As you may already know, the first series of novellas set in our Pacific Northwest town of Corsair’s Cove is located around Red Gem’s Chocolates, a confectionery shop on Water Street. The building in which the shop is housed was once a shipping warehouse; in fact, beams recovered from the wreck of the Belle Swift were used in its roof. This, of course, means that the spirit of the Wolf of the West is partially tied to the shop, with stunning results in book four, Kiss in the Dark.
But writing about the chocolate shop and all the yummy treats in its display cases made me think about other chocolatiers in the area. One of the earliest ones was Dilettante Chocolates in Seattle, which was originally founded by Julius Rudolf Franzen, who began his confectionery apprenticeship in 1898 and opened the Chocolate Truffle Company in Portland in 1912. The business was reinvented by Franzen’s great-nephew in 1976 and relocated in Seattle, where it is happily doing business today.
Visitors to Vancouver Island in Canada will recognize the Rogers Chocolates name and its iconic Art Nouveau logo. Its founder, Charles “Candy” Rogers, moved to Victoria from Massachusetts in 1885 and opened a greengrocer’s shop. It wasn’t long before he turned to chocolate, and upon inventing the Victoria Cream, became Canada’s first chocolatier. You can visit Roger’s Chocolates on Government Street or any one of its ten locations today—and you can still enjoy a Victoria Cream.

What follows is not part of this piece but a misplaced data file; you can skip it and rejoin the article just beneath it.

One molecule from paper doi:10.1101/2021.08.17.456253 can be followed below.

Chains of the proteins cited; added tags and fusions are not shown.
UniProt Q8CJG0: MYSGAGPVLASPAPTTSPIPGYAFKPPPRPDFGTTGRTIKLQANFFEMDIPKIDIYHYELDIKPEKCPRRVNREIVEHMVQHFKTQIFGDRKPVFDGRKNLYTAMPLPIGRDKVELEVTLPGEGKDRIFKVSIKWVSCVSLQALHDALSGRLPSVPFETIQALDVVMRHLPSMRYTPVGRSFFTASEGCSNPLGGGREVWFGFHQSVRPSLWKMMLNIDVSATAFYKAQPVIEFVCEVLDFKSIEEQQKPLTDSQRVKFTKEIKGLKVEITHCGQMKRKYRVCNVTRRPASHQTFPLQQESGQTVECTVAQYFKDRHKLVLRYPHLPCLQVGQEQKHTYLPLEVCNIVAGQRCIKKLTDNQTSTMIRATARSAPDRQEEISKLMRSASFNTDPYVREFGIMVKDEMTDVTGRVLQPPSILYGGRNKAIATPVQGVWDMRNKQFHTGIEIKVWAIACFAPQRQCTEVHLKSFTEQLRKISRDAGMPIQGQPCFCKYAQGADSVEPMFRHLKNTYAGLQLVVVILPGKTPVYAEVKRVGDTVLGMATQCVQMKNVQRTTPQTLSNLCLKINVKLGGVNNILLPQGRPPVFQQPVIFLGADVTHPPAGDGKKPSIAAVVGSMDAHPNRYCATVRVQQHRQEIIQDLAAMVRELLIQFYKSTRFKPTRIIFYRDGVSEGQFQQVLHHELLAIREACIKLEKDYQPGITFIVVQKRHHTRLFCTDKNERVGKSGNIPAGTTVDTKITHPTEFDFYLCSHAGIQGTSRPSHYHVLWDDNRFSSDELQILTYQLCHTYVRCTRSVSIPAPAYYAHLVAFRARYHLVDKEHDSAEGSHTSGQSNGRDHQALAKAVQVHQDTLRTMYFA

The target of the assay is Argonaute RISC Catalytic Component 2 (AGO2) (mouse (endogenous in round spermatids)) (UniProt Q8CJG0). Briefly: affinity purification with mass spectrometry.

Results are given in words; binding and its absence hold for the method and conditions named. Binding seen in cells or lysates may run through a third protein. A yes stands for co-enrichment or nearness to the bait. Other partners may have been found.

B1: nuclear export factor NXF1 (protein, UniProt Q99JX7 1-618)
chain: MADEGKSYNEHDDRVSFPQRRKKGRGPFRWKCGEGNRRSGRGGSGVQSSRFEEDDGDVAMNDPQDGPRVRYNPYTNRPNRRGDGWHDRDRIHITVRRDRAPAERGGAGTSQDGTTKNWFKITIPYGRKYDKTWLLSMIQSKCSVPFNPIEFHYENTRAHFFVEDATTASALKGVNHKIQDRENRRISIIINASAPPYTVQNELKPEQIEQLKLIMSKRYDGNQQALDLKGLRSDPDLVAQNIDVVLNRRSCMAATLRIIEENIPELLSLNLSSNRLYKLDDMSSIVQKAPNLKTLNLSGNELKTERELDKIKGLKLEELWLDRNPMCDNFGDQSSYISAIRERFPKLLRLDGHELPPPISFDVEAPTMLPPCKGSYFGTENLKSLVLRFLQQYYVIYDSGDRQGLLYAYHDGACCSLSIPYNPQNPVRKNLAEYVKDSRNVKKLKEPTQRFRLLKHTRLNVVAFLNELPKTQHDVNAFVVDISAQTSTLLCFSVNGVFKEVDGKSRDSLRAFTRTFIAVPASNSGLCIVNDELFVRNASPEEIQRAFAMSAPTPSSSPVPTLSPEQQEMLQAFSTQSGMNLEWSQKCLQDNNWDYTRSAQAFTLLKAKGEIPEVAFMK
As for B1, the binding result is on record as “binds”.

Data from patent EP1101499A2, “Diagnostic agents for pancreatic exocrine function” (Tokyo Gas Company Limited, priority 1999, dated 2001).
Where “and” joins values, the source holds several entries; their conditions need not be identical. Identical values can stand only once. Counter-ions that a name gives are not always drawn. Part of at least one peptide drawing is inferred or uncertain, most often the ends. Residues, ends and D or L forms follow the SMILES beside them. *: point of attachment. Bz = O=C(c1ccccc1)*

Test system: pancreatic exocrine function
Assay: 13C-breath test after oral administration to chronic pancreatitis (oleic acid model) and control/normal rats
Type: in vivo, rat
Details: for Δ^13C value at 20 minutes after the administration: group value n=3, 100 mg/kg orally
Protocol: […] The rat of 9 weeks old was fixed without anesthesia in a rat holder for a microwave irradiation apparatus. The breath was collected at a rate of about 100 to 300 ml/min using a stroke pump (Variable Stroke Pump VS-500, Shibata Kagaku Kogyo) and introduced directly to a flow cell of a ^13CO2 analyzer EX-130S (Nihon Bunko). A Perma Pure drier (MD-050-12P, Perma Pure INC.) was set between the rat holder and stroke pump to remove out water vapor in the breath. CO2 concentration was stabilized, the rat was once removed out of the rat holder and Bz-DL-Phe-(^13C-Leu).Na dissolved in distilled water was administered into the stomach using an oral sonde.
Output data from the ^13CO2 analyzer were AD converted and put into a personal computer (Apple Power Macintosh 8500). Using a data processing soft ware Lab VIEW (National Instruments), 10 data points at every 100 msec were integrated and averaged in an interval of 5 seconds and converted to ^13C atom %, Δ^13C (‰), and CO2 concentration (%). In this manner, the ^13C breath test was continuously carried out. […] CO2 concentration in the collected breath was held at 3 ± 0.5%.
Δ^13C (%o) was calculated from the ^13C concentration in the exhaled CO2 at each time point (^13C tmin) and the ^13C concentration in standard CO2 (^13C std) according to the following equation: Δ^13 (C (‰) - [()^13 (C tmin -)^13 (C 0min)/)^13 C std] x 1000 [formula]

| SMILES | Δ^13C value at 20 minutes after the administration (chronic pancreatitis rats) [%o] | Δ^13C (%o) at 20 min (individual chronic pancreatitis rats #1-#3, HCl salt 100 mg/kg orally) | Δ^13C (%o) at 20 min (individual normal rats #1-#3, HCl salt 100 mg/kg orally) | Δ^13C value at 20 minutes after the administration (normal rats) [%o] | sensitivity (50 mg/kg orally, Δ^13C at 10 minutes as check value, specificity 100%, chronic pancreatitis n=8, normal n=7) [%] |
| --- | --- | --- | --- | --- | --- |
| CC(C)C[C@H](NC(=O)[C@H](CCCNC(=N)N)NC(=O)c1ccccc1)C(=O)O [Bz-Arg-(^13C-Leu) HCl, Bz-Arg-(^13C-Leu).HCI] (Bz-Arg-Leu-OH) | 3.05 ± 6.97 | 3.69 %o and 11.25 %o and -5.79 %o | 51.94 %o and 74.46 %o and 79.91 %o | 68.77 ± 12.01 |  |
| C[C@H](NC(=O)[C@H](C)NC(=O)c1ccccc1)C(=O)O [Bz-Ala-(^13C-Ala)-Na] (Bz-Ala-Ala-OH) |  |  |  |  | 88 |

All this talk of chocolate is making me hungry. I’m heading up Water Street now to try one of Livy Tarbert’s new creations at Red Gem’s. Care to join me?
In the thousands of inlets, islands, and channels of the Puget Sound area, the Gulf Islands and San Juan Islands, and the coasts of Washington and Oregon in general, you’d think there would be a hundred stories of pirates and their conquests. But there are surprisingly few. Most of the action in the 1600s, 1700s, and 1800s was taking place along the coasts of the Caribbean and the West Indies, where tales of gold and treasure ran rampant, and the fierce coral defenses around the land forms took their tribute in sunken ships.
But there are one or two pirates of that period—Iron Jim Sallow, for instance, who was said to have hidden a treasure somewhere in the Puget Sound area. When one of his crew stole the map to it, he pursued the man relentlessly—so much so that neither was ever heard from again. Neither was the treasure.
Years later, James Colnett was a member of the British Royal Navy, serving under Captain James Cook for a time. Colnett is remembered largely for his involvement in the Nootka Crisis of 1789—sparked by the fur trade and initially a dispute between British traders and the Spanish Navy over the use of Nootka Sound on Vancouver Island. The original Lady Washington was also involved. (A replica of this beautiful ship is now at home in the Seattle area and featured in movies and TV shows such as Pirates of the Caribbean, Star Trek: Generations, Once Upon A Time, and Revolution.)
Captain Colnett was a hot-tempered sort who seized Spanish ships when that nation declared the west coast belonged to Spain. Things escalated and became an international crisis that led Britain and Spain to the brink of war before being peacefully resolved through diplomacy and the signing of the Nootka Conventions.
A century and a half later, the Prohibition period was downright lively in this neighborhood, with rum-runners bringing whiskey in on small ships in the dead of night, landing on nameless beaches and supplying the speakeasies and saloons of the Pacific Northwest with demon liquor.
And then there was the Wolf of the West, most feared pirate of them all. But that’s for another blog post!